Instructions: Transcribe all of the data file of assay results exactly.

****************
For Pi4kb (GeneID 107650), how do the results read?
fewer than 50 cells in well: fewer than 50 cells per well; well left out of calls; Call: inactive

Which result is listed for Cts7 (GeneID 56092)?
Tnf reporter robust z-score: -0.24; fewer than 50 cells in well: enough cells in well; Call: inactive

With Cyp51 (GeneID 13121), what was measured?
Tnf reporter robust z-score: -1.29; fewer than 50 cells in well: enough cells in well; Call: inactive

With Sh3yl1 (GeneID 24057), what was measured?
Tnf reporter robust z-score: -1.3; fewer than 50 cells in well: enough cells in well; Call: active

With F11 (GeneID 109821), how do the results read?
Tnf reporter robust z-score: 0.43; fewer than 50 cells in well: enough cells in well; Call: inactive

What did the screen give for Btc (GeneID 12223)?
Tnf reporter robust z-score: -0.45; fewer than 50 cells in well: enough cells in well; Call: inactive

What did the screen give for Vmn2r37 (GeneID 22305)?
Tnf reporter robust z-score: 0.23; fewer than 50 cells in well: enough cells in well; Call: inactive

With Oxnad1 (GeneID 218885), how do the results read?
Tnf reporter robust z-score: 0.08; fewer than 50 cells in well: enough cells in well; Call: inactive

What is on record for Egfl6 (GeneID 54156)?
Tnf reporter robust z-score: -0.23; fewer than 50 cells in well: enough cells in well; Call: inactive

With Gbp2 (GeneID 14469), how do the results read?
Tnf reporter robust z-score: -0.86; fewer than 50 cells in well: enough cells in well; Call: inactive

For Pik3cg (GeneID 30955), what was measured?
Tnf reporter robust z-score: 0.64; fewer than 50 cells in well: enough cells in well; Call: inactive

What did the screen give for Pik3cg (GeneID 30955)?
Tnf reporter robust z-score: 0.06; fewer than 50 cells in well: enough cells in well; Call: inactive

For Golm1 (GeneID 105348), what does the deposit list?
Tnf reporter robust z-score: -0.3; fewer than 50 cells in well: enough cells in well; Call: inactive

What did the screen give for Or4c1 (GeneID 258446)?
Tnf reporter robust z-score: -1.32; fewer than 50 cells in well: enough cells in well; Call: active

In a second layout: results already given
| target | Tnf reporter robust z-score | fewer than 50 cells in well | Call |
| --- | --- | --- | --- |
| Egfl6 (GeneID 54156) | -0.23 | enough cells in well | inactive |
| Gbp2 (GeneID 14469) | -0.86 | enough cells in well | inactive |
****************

For Pi4kb (GeneID 107650), how do the results read?
fewer than 50 cells in well: fewer than 50 cells per well; well left out of calls; Call: inactive

Which result is listed for Cts7 (GeneID 56092)?
Tnf reporter robust z-score: -0.24; fewer than 50 cells in well: enough cells in well; Call: inactive

With Cyp51 (GeneID 13121), what was measured?
Tnf reporter robust z-score: -1.29; fewer than 50 cells in well: enough cells in well; Call: inactive

With Sh3yl1 (GeneID 24057), what was measured?
Tnf reporter robust z-score: -1.3; fewer than 50 cells in well: enough cells in well; Call: active

With F11 (GeneID 109821), how do the results read?
Tnf reporter robust z-score: 0.43; fewer than 50 cells in well: enough cells in well; Call: inactive

What did the screen give for Btc (GeneID 12223)?
Tnf reporter robust z-score: -0.45; fewer than 50 cells in well: enough cells in well; Call: inactive

What did the screen give for Vmn2r37 (GeneID 22305)?
Tnf reporter robust z-score: 0.23; fewer than 50 cells in well: enough cells in well; Call: inactive

With Oxnad1 (GeneID 218885), how do the results read?
Tnf reporter robust z-score: 0.08; fewer than 50 cells in well: enough cells in well; Call: inactive

What is on record for Egfl6 (GeneID 54156)?
Tnf reporter robust z-score: -0.23; fewer than 50 cells in well: enough cells in well; Call: inactive

With Gbp2 (GeneID 14469), how do the results read?
Tnf reporter robust z-score: -0.86; fewer than 50 cells in well: enough cells in well; Call: inactive

For Pik3cg (GeneID 30955), what was measured?
Tnf reporter robust z-score: 0.64; fewer than 50 cells in well: enough cells in well; Call: inactive

What did the screen give for Pik3cg (GeneID 30955)?
Tnf reporter robust z-score: 0.06; fewer than 50 cells in well: enough cells in well; Call: inactive

For Golm1 (GeneID 105348), what does the deposit list?
Tnf reporter robust z-score: -0.3; fewer than 50 cells in well: enough cells in well; Call: inactive

What did the screen give for Or4c1 (GeneID 258446)?
Tnf reporter robust z-score: -1.32; fewer than 50 cells in well: enough cells in well; Call: active

In a second layout: results already given
| target | Tnf reporter robust z-score | fewer than 50 cells in well | Call |
| --- | --- | --- | --- |
| Egfl6 (GeneID 54156) | -0.23 | enough cells in well | inactive |
| Gbp2 (GeneID 14469) | -0.86 | enough cells in well | inactive |